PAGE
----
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Swingweight is a measurement of the relative distribution of weight in a golf club. Heavier swingweights usually translate into more "feel of the head" which is usually shortened to just "feel". Consequently, heavier swingweights are desirable until they become "too heavy" (golfer logic).
A swingweight scale holds the club at the end of the grip and measures the weight of the shaft and head that extends beyond a fulcrum at 14". The measurement is translated into a clubmakers' code expressed in letters and numbers. The normal range is roughly C-5 to E-0. Values outside of that range should be considered unusual.
Standard Swingweight Ranges
In general, values between C-5 and D-0 are considered "light" - meaning that the combined weight of the shaft and the clubhead extending past the 14" fulcrum is just that, "light". Such a swingweight might be appropriate for a weaker male golfer or an average woman golfer. For an average male golfer, a C-range swingweight would probably lack "feel". Lots of Ping clubs fall in this range.
D-0 to D-4 are "average" swingweights for men. Commercially available clubs will generally be found in the lower end of the D range. The actual weight differences are actually quite small. The difference between a D-0 and D-1 is two grams, roughly the weight of a dime. The total range of D-0 to D-4 could be covered by taping a quarter and a dime to a clubhead. It is generally agreed that even the best professionals can't feel the difference in a single swingweight point.
D-5 to E-0 are thought of as "heavy" swingweights. There is a fine line between "OK" and "too heavy". Good players, who are strong enough to "handle" heavy head weights, tend to feel that too much weight in the head makes it harder to control distance and "finesse" shots because there is just too much mass in the club head. (E=MC squared and all that). There is an exception in wedges. For short clubs, swung at slow speeds, it is usually agreed that very heavy clubheads promote feel. Consequently, it is common for better players to have their wedges, including the pitching wedge in the high D to low E range.]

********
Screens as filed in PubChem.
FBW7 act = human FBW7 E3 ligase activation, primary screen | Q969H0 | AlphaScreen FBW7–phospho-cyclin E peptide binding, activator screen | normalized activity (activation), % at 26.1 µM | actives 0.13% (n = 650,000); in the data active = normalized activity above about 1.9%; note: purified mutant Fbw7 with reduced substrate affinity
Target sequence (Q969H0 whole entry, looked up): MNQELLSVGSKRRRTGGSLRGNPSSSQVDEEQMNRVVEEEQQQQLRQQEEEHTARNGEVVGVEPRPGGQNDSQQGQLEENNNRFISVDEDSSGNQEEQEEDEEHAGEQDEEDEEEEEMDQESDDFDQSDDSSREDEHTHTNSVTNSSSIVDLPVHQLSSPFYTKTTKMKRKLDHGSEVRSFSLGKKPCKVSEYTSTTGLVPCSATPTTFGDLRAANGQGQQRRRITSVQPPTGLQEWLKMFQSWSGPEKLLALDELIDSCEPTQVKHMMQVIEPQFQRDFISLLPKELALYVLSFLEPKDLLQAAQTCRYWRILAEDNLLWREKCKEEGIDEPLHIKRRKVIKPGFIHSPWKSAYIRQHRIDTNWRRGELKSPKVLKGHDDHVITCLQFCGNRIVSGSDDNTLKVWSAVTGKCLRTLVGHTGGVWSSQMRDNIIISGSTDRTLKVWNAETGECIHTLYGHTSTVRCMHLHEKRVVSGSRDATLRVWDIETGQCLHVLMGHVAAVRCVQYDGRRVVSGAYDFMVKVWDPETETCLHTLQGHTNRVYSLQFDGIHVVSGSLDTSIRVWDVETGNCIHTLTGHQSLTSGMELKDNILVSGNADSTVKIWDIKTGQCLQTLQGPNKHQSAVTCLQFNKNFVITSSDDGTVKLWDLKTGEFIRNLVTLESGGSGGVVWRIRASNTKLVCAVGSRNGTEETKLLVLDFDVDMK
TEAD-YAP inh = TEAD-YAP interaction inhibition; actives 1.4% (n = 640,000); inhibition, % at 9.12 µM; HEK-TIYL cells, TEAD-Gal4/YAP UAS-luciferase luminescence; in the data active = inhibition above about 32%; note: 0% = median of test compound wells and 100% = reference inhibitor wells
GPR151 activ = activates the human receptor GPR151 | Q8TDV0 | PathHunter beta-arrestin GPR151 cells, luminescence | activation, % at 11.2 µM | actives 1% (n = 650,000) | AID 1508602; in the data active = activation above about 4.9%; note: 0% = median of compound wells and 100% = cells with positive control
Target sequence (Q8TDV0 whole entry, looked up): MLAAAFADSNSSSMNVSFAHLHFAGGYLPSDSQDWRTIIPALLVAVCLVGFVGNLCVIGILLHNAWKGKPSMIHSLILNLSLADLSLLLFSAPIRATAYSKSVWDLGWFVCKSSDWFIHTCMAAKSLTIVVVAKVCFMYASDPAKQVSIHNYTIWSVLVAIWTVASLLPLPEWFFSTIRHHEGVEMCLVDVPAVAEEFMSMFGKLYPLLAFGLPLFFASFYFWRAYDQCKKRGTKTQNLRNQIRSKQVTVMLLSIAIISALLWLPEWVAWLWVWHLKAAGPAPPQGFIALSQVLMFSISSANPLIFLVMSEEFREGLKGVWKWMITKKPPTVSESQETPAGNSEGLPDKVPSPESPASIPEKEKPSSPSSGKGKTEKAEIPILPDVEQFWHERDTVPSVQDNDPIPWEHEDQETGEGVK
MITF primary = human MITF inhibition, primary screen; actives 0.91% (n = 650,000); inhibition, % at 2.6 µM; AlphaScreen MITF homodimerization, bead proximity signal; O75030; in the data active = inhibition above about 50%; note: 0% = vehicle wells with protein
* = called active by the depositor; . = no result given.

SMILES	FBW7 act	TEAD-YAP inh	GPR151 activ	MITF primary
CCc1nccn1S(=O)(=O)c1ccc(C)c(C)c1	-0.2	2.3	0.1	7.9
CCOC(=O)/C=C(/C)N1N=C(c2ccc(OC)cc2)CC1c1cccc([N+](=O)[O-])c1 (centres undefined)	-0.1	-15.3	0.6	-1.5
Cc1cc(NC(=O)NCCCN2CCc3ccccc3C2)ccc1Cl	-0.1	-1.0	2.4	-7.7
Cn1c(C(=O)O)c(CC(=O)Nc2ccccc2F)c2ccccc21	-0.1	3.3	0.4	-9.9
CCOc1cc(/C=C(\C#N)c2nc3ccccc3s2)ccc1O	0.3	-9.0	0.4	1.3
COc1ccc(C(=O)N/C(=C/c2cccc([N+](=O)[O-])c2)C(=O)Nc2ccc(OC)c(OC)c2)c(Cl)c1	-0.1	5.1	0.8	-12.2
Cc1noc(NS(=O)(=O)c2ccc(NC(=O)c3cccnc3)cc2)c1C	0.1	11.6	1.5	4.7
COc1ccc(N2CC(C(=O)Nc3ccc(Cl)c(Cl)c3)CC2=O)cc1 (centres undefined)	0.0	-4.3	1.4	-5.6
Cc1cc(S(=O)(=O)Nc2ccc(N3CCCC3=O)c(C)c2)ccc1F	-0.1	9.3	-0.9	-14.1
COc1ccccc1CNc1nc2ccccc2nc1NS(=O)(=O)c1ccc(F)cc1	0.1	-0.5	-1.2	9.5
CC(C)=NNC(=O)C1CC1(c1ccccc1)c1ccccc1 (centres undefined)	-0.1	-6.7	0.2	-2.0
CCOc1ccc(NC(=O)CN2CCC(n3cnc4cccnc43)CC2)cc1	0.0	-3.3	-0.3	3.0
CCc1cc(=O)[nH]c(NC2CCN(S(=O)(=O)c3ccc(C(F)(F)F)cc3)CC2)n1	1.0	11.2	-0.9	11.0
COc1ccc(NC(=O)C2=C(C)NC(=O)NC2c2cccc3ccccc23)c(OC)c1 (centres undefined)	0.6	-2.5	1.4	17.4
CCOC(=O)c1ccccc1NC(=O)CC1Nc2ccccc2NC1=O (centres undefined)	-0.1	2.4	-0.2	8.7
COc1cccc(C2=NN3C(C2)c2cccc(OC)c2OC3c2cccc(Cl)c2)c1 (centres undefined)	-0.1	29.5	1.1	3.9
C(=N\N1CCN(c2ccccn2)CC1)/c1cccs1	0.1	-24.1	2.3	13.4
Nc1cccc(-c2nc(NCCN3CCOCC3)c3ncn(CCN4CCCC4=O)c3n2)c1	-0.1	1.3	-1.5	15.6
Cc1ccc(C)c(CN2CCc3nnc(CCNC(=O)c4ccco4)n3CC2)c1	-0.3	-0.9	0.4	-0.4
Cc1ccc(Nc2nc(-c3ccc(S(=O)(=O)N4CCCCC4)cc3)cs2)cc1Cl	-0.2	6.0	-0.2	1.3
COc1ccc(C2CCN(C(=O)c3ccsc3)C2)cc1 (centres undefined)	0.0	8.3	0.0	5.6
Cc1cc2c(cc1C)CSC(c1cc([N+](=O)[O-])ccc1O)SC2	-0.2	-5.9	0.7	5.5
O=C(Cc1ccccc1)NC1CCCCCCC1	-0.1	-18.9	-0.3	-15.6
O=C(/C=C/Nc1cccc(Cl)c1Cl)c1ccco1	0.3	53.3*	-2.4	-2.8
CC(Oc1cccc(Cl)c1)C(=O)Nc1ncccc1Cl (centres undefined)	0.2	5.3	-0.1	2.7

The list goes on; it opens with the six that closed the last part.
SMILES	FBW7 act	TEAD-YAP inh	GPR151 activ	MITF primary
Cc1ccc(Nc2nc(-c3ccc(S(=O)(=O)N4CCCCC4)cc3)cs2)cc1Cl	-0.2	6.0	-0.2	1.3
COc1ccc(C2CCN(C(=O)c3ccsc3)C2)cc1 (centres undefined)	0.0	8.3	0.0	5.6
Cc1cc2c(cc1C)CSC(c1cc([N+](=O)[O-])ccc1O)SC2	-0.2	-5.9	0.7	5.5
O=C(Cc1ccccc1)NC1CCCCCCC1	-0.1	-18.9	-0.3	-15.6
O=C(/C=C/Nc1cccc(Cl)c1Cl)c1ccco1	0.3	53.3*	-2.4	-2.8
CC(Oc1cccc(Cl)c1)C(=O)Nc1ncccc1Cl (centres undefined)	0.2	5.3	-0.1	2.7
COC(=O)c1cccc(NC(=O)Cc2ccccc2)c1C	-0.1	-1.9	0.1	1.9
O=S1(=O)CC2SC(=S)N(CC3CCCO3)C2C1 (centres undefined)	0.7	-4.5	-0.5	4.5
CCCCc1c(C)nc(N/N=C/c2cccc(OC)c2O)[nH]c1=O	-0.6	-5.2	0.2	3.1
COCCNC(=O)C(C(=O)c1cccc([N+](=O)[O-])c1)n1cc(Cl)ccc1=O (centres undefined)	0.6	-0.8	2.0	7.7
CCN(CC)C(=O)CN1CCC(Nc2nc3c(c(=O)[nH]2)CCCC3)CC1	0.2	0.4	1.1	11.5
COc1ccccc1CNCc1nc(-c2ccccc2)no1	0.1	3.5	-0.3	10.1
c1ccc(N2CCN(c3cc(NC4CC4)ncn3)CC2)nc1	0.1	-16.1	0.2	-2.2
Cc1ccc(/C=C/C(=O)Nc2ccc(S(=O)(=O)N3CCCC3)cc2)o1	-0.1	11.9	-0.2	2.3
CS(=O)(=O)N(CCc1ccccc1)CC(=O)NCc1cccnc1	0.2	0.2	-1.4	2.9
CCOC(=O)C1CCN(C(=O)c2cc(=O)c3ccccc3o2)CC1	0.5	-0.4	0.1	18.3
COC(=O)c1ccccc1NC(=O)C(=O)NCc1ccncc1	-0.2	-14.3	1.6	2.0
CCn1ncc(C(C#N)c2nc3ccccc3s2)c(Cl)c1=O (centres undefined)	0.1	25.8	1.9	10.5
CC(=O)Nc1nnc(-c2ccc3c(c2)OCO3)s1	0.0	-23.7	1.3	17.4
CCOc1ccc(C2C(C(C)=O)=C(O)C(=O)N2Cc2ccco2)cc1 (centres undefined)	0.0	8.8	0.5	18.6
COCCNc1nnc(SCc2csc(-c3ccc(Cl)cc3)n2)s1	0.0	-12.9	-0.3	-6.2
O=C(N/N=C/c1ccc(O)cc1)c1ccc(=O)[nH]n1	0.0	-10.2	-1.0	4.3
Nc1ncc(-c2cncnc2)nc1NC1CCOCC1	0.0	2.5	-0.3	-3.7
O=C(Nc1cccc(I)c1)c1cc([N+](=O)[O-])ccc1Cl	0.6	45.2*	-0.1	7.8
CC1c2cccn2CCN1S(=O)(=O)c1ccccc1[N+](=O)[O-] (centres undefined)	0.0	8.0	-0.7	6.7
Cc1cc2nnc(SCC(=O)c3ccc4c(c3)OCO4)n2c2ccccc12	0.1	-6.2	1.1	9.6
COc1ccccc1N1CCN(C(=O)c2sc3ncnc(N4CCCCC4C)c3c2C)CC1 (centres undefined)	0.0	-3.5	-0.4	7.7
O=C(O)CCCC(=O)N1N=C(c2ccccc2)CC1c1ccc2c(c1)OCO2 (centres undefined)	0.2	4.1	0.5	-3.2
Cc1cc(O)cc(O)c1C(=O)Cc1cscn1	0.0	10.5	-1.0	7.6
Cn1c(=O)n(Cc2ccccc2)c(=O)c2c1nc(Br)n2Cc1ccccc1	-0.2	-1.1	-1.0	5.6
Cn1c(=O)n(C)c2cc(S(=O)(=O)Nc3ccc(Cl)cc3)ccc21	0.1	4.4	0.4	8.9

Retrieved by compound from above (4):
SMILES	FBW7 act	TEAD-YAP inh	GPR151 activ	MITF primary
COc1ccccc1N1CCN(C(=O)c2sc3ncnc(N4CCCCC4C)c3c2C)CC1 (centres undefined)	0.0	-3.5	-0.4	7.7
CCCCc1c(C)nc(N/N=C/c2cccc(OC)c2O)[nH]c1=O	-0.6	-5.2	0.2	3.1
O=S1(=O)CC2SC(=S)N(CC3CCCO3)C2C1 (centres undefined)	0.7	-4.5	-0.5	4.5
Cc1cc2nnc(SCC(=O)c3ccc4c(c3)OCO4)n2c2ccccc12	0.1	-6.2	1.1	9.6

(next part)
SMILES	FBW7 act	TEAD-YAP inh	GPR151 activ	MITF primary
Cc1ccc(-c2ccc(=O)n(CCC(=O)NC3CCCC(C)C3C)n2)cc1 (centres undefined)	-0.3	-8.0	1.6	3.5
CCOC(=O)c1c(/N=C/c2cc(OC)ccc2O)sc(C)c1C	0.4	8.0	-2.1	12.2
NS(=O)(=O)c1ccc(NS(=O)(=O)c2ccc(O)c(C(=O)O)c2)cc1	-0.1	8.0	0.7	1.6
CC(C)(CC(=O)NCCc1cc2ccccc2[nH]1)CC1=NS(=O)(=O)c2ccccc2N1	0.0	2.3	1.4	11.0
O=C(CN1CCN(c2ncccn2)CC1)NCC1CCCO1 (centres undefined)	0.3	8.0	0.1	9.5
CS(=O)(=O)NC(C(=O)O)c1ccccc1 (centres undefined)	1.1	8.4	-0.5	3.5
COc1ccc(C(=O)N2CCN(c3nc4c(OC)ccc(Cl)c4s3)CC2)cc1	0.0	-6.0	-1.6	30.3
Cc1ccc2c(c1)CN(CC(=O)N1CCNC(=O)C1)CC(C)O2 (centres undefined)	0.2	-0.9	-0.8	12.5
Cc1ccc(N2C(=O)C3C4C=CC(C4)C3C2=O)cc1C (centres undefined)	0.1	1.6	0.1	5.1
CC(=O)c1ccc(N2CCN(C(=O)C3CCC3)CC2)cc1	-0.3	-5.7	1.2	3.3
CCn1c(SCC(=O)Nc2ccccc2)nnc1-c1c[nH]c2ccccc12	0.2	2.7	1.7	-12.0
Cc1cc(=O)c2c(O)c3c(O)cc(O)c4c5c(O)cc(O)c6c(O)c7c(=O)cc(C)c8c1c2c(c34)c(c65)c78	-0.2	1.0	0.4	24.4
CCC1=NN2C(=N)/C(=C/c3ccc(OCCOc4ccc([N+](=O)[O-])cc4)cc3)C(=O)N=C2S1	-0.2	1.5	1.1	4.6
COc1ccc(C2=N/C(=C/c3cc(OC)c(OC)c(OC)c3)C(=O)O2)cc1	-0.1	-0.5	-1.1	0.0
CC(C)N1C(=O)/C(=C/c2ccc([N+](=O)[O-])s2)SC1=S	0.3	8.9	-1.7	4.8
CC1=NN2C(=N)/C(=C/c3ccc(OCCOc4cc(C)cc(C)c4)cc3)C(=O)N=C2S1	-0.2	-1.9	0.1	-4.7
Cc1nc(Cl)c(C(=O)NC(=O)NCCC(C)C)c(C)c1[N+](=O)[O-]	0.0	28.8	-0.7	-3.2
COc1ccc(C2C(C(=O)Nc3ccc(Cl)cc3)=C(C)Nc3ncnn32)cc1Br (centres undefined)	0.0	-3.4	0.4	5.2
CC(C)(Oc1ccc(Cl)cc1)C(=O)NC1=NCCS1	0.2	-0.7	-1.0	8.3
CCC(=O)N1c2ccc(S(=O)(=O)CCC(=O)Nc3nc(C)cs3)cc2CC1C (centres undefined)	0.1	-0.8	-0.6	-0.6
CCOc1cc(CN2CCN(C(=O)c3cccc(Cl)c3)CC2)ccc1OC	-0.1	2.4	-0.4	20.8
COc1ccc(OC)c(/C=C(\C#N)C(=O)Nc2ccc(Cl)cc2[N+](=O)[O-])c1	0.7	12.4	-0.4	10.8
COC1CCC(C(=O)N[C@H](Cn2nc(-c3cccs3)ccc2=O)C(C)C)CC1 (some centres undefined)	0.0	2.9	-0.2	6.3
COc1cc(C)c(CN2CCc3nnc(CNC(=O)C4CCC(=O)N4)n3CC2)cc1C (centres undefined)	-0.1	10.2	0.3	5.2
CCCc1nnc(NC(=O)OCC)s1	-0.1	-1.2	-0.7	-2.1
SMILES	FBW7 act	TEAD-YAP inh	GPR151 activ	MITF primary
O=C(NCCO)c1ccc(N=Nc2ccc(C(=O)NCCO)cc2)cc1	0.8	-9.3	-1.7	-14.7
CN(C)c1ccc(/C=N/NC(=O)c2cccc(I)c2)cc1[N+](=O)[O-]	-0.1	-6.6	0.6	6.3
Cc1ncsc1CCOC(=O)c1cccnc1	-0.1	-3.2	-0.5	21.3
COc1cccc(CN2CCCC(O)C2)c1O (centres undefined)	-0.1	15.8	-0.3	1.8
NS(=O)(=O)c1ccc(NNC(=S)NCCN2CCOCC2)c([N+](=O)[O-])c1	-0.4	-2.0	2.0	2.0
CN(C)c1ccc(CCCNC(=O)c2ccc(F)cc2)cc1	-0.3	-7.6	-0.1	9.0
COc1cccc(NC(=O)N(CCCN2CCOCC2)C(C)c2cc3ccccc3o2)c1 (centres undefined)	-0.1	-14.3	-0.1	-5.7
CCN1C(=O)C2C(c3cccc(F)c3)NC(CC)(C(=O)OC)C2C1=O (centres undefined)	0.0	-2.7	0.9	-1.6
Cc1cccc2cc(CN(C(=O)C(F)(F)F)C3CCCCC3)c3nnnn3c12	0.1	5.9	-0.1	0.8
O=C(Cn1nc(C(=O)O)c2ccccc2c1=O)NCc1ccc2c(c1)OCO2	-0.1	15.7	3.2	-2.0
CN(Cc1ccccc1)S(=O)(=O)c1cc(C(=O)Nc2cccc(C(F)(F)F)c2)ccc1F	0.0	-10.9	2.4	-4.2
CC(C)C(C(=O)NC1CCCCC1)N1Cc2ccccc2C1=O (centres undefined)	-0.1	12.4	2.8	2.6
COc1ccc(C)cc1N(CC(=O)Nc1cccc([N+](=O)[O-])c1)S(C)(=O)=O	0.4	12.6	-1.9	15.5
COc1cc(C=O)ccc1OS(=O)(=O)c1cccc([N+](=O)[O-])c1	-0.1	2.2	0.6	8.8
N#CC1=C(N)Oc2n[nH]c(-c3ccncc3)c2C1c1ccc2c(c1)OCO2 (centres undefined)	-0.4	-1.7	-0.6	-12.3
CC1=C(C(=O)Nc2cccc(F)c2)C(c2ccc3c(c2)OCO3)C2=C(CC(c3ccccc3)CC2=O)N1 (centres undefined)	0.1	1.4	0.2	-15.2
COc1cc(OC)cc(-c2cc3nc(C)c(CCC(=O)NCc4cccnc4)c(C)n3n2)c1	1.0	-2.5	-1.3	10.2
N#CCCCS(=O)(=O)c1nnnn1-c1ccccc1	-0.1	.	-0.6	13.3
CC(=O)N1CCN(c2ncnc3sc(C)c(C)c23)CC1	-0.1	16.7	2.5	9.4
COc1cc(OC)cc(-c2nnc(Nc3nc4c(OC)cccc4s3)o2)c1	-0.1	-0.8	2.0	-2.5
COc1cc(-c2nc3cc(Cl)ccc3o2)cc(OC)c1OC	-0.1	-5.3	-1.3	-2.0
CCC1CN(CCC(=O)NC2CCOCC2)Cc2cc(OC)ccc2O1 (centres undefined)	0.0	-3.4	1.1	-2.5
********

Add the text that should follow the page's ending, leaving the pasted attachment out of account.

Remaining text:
Taller golfers can tolerate heavier swingweights. Each 1" in added length adds 6 swingweight points keeping headweight the same. Therefore, to get the same "feel" a taller golfer might find swingweights in the D-5 to D-8 range quite comfortable. Swingweights over E-0 always become suspect, except in wedges.
Exceptions and Recommendations
In the past, matched swingweights were judged as a sign of quality in golf clubs. Since heads, shafts and grips were manufactured according to imprecise tolerances, swingweight was the only measurement manufacturers could control easily. Matched swingweights might very well be an anachronism.
Swingweight measurements can be defeated by artificial means, such as putting lead weight down the shaft, or applying a heavier grip or placing weight under the grip to "trick" the scale. Consequently, swingweight is only meaningful in the context of overall weight of the club.
Matched swingweights does not necessarily mean quality in golf clubs. To promote feel and consistency, a gradual increase in swingweight through the set might be more effective. If a good player owns a set of D-3 clubs, but likes a D-7 pitching wedge and an E-0 sand wedge; might it not be more logical to increase swingweights gradually throughout the set? Likewise if the goal of a driving iron were to hit a shot that "bores and rolls", why wouldn't a heavy swingweight be appropriate?
In our opinion, the reason lightweight graphite shafts for irons have not gained acceptance among better golfers is that manufacturers have not produced clubs with sufficient swingweight to provide feel. Sets built with lightweight graphite shafts usually measure in the mid to high C swingweight range. There is a simple reason. Manufacturers don't have heads that are heavy enough since they are managing inventories and building to "averages". We are getting great results from lightweight graphite shafts built with swingweights in the D-3 to D-5 range. For better golfers, this is unexplored territory.
Finally, SST PURE ® solves the problem of inconsistency in graphite shafts. It is now safe to play graphite in your irons.